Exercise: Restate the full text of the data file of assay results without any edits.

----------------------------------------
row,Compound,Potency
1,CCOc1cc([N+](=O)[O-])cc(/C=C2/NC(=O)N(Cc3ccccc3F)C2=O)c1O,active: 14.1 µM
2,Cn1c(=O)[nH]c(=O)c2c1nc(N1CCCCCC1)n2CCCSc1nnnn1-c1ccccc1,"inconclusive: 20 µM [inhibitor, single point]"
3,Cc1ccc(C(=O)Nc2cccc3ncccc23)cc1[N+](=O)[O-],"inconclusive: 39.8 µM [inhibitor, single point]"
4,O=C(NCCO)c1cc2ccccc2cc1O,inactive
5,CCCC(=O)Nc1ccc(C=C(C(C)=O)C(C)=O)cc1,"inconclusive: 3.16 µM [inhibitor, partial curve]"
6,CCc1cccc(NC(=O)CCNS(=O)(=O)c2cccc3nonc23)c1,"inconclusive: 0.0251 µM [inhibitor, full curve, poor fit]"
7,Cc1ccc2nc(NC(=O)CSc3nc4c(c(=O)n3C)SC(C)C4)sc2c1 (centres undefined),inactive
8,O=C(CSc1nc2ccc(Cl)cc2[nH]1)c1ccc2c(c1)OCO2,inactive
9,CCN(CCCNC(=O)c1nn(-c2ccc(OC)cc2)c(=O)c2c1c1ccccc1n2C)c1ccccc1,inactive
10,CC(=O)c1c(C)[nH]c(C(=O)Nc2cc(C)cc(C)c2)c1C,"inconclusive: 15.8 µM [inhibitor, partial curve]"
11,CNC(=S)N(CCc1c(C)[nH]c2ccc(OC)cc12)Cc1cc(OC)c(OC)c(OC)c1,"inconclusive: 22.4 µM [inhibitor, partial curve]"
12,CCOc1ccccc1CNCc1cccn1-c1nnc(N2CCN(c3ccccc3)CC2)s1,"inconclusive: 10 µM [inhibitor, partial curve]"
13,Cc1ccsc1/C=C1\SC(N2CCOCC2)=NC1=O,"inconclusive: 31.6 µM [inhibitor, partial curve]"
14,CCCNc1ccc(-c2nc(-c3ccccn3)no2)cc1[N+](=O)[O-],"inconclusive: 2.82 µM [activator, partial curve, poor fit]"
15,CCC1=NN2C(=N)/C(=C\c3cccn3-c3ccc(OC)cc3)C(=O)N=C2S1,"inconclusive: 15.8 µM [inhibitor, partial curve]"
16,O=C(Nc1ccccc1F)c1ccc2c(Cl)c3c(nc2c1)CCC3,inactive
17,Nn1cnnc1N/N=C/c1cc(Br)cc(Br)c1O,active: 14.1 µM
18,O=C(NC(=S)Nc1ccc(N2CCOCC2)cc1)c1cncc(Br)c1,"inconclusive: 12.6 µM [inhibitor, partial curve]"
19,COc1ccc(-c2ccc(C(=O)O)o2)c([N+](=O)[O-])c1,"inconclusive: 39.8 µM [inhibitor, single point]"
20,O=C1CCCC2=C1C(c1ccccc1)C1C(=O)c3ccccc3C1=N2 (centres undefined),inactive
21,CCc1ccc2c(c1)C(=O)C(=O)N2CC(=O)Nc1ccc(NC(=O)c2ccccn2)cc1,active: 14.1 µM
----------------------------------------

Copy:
row,Compound,Potency
1,CCOc1cc([N+](=O)[O-])cc(/C=C2/NC(=O)N(Cc3ccccc3F)C2=O)c1O,active: 14.1 µM
2,Cn1c(=O)[nH]c(=O)c2c1nc(N1CCCCCC1)n2CCCSc1nnnn1-c1ccccc1,"inconclusive: 20 µM [inhibitor, single point]"
3,Cc1ccc(C(=O)Nc2cccc3ncccc23)cc1[N+](=O)[O-],"inconclusive: 39.8 µM [inhibitor, single point]"
4,O=C(NCCO)c1cc2ccccc2cc1O,inactive
5,CCCC(=O)Nc1ccc(C=C(C(C)=O)C(C)=O)cc1,"inconclusive: 3.16 µM [inhibitor, partial curve]"
6,CCc1cccc(NC(=O)CCNS(=O)(=O)c2cccc3nonc23)c1,"inconclusive: 0.0251 µM [inhibitor, full curve, poor fit]"
7,Cc1ccc2nc(NC(=O)CSc3nc4c(c(=O)n3C)SC(C)C4)sc2c1 (centres undefined),inactive
8,O=C(CSc1nc2ccc(Cl)cc2[nH]1)c1ccc2c(c1)OCO2,inactive
9,CCN(CCCNC(=O)c1nn(-c2ccc(OC)cc2)c(=O)c2c1c1ccccc1n2C)c1ccccc1,inactive
10,CC(=O)c1c(C)[nH]c(C(=O)Nc2cc(C)cc(C)c2)c1C,"inconclusive: 15.8 µM [inhibitor, partial curve]"
11,CNC(=S)N(CCc1c(C)[nH]c2ccc(OC)cc12)Cc1cc(OC)c(OC)c(OC)c1,"inconclusive: 22.4 µM [inhibitor, partial curve]"
12,CCOc1ccccc1CNCc1cccn1-c1nnc(N2CCN(c3ccccc3)CC2)s1,"inconclusive: 10 µM [inhibitor, partial curve]"
13,Cc1ccsc1/C=C1\SC(N2CCOCC2)=NC1=O,"inconclusive: 31.6 µM [inhibitor, partial curve]"
14,CCCNc1ccc(-c2nc(-c3ccccn3)no2)cc1[N+](=O)[O-],"inconclusive: 2.82 µM [activator, partial curve, poor fit]"
15,CCC1=NN2C(=N)/C(=C\c3cccn3-c3ccc(OC)cc3)C(=O)N=C2S1,"inconclusive: 15.8 µM [inhibitor, partial curve]"
16,O=C(Nc1ccccc1F)c1ccc2c(Cl)c3c(nc2c1)CCC3,inactive
17,Nn1cnnc1N/N=C/c1cc(Br)cc(Br)c1O,active: 14.1 µM
18,O=C(NC(=S)Nc1ccc(N2CCOCC2)cc1)c1cncc(Br)c1,"inconclusive: 12.6 µM [inhibitor, partial curve]"
19,COc1ccc(-c2ccc(C(=O)O)o2)c([N+](=O)[O-])c1,"inconclusive: 39.8 µM [inhibitor, single point]"
20,O=C1CCCC2=C1C(c1ccccc1)C1C(=O)c3ccccc3C1=N2 (centres undefined),inactive
21,CCc1ccc2c(c1)C(=O)C(=O)N2CC(=O)Nc1ccc(NC(=O)c2ccccn2)cc1,active: 14.1 µM